Guest Blog: Toad Road Director Jason Banker on Urban Myths
Every town and city has an urban myth. We grow up hearing them as children. They are used to warn us about invisible dangers outside in the dark. Our parents use legends as a beacon of caution, warning us not to be out too late, or not to take the shortcut home through the forest…
Every urban legend is the same – if you do this thing, then bad things will happen to you.
I first heard the legend of Toad Road (Fantasia review here) from my group of misfit friends growing up in York, Penn. They told me that there was an insane asylum back in the woods on the outskirts of town. All the unwanted weirdos were put in the asylum and they built a road leading up to it with seven gates. The gates were constructed as layers of security so the inmates couldn’t get out. At some point there was a horrible fire where most of the inmates died. The few that did escape ran to the forest and were killed by local residents in terror.
The gates remained standing long after the fire. The people that walked through them started to realize that there was something strange about the gates. With each gate something new happened, and it became more and more paranormal the further down the road you went.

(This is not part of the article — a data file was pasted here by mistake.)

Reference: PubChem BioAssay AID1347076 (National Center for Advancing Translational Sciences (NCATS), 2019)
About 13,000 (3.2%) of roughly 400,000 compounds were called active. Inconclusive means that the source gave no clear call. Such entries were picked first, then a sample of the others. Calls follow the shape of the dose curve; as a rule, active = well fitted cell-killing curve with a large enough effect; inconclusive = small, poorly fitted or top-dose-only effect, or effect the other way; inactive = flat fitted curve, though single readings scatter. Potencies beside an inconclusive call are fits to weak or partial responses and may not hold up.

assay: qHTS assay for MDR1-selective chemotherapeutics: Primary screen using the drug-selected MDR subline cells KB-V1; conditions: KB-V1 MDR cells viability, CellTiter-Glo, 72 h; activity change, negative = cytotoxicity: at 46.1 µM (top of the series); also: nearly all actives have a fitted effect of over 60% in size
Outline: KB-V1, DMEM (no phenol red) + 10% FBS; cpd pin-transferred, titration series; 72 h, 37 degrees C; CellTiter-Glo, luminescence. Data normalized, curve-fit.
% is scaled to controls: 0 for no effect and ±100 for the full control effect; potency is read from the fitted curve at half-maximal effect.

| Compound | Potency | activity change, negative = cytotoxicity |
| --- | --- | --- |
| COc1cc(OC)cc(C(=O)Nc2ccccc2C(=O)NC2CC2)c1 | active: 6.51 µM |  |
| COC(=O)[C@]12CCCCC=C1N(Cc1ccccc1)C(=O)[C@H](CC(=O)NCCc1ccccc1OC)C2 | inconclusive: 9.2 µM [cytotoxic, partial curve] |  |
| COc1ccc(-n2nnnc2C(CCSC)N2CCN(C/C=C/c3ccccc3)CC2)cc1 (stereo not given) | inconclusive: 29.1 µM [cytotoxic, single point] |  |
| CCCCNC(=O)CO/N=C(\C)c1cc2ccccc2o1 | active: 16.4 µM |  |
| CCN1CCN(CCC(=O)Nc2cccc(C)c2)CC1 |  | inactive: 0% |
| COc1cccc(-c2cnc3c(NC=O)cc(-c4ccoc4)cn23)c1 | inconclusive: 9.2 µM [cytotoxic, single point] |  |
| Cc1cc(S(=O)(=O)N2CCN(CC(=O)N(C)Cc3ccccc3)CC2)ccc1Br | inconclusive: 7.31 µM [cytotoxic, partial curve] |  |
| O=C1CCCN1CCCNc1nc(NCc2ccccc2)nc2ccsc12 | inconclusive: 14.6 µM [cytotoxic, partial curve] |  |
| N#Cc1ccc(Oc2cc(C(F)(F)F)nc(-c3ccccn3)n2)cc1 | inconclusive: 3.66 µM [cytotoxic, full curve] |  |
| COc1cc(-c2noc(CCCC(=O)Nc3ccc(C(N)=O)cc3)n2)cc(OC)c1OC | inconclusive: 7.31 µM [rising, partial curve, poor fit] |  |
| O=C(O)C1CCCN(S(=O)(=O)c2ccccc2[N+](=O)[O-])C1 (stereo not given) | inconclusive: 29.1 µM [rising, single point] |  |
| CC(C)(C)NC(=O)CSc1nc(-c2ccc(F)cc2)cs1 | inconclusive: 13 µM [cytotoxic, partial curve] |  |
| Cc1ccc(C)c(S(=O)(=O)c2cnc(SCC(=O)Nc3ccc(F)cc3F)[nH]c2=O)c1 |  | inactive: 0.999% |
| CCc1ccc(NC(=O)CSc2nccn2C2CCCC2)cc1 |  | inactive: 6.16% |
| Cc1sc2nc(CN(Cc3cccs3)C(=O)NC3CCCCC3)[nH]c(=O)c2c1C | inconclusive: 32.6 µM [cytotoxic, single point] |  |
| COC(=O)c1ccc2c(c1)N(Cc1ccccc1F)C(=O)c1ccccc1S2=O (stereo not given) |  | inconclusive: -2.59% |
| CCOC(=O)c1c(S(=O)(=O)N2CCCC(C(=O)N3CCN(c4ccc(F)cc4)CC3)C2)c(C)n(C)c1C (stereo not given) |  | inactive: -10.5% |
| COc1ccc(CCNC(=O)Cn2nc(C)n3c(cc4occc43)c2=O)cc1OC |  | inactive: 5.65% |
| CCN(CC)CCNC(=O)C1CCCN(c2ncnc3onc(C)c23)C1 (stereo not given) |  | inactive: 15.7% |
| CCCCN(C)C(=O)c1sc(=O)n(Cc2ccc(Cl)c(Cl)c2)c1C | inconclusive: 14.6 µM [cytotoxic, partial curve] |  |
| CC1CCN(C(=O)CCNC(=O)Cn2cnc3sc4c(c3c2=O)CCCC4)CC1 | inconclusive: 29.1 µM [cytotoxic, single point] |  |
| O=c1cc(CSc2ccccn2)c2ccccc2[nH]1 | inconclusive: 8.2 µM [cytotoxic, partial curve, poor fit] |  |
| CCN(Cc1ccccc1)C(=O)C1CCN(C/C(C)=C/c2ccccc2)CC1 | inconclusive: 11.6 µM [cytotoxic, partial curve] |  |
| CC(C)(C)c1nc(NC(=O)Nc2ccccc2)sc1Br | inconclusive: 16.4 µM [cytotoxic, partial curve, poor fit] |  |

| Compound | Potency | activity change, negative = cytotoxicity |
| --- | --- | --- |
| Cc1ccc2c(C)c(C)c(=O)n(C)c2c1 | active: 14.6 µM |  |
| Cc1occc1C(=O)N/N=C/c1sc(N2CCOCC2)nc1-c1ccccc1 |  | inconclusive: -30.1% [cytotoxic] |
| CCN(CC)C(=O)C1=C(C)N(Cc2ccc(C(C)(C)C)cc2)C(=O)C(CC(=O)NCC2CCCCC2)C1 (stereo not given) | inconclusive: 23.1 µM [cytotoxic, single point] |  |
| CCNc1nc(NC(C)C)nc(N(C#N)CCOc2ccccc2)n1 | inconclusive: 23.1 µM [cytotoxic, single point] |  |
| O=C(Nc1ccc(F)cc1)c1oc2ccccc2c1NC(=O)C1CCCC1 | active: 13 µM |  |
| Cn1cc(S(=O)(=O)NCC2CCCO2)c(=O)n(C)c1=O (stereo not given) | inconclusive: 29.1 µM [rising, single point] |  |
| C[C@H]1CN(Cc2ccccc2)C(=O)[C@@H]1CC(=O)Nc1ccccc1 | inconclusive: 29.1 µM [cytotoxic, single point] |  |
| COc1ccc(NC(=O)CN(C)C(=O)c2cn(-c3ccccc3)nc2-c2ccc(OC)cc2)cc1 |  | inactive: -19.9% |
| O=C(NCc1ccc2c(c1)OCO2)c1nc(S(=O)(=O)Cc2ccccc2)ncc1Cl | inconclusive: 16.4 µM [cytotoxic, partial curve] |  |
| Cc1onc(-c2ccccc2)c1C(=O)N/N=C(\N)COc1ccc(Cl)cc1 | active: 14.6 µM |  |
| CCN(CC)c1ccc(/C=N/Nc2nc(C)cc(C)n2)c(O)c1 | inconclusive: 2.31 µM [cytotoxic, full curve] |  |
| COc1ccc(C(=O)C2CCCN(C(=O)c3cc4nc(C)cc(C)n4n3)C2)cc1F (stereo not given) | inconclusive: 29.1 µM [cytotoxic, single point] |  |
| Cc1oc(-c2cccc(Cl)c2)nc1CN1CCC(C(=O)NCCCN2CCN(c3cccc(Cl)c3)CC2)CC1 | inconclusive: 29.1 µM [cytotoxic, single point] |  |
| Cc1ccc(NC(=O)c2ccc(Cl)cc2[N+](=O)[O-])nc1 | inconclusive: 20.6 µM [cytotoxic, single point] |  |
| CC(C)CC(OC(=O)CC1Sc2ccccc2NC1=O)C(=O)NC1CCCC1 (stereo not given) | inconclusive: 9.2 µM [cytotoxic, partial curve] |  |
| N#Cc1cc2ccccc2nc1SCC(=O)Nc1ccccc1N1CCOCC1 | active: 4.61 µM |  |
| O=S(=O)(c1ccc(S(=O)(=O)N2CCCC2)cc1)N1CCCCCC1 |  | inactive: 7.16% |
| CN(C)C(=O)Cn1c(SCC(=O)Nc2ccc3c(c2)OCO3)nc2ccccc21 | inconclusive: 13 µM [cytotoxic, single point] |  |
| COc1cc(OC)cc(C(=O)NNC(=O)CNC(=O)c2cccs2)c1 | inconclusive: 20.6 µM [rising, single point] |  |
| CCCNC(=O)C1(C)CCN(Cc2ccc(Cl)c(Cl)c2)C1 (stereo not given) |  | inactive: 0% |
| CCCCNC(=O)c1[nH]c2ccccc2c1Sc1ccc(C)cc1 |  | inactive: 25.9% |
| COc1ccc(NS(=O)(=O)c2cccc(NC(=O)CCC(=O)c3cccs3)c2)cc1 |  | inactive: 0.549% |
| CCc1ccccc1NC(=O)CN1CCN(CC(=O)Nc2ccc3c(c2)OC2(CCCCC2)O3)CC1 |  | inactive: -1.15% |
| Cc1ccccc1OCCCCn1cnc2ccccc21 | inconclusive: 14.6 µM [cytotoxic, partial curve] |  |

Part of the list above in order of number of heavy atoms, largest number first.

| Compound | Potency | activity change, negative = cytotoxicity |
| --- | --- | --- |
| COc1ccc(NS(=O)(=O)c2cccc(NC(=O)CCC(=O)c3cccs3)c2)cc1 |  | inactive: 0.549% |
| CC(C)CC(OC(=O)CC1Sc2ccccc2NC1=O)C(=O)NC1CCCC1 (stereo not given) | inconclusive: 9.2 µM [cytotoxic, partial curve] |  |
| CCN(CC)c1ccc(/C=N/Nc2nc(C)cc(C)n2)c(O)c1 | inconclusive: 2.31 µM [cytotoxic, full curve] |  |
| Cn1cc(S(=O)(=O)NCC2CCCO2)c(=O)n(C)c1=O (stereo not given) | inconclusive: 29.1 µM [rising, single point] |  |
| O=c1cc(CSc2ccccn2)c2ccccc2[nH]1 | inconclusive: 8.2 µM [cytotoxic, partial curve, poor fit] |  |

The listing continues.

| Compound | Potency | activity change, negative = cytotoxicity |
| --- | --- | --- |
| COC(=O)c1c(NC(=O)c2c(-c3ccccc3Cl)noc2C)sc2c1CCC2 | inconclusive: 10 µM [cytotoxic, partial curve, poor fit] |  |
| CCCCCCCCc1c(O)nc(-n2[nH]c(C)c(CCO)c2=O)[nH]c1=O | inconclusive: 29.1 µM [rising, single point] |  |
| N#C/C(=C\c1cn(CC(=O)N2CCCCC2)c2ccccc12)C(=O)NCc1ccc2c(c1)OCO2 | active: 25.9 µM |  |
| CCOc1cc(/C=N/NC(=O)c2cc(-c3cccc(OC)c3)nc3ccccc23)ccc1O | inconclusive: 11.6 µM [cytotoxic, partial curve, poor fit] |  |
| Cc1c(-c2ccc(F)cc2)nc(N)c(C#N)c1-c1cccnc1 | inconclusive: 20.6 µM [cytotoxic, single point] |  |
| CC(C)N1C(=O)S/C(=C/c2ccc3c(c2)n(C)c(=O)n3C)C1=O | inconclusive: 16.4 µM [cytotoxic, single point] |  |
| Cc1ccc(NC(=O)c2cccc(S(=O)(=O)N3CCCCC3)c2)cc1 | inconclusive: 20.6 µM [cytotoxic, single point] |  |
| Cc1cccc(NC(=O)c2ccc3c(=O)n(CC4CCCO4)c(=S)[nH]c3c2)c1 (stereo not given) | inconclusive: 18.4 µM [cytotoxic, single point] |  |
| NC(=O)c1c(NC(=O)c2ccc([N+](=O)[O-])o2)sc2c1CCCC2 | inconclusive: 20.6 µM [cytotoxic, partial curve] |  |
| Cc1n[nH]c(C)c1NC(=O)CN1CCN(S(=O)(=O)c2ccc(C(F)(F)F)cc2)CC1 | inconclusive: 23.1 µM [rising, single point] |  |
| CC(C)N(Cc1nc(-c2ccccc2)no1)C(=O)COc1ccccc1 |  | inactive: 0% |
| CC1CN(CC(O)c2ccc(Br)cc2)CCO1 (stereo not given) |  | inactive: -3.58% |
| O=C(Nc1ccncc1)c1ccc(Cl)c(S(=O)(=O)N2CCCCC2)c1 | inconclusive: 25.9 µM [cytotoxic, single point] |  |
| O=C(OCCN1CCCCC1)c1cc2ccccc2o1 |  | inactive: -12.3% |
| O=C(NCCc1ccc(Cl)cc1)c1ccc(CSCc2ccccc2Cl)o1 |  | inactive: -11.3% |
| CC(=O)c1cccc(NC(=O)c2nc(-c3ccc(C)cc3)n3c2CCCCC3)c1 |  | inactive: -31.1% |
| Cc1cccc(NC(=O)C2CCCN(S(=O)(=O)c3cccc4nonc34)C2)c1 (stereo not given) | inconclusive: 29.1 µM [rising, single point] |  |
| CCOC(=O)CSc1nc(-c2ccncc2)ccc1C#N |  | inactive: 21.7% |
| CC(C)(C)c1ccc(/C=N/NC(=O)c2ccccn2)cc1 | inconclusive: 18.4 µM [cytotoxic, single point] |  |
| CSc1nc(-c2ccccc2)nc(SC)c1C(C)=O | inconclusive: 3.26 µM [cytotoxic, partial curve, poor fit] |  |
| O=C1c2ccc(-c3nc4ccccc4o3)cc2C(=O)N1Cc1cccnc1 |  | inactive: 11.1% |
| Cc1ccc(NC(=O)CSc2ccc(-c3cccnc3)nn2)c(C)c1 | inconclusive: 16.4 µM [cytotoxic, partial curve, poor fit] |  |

At the first gate you sense something is watching you. At the second gate you start to hear things running in the woods around you. At the third gate you actually start to see things and they warn you not to go further. At the fourth gate you pass out feeling hot or cold, and this is meant to scare you into turning back. The fifth gate is the one that nobody has gotten past… but it is rumored that you move through time. It is this gate that inspired much of the movie.
For me, watching my friends begin experimenting with drugs was a lot like walking down Toad Road. Why would you want to start? As a filmmaker, what is fascinating to me about human nature is that we have this instinct to push everything as far as it can go… Why would anybody set off on a road that leads to Hell? There is a huge amount of absurdity in it but also a fundamental parallel to drug use and an underexposed gaze on youth culture.
I wanted to go back to where I grew up and be able to capture the voice of a specific time and place. It’s a bit like shining a flashlight on the experiments of being a reckless teen that I was not willing to take. The legend to Toad Road was the perfect legend for this story. It created a haunting backdrop for the film where the conceptual journey into drug abuse and madness is met with the literal journey down the road.
Of course nobody knows what the sixth and seventh gates are. Some say the seventh gate is a black void; others say it’s Hell.
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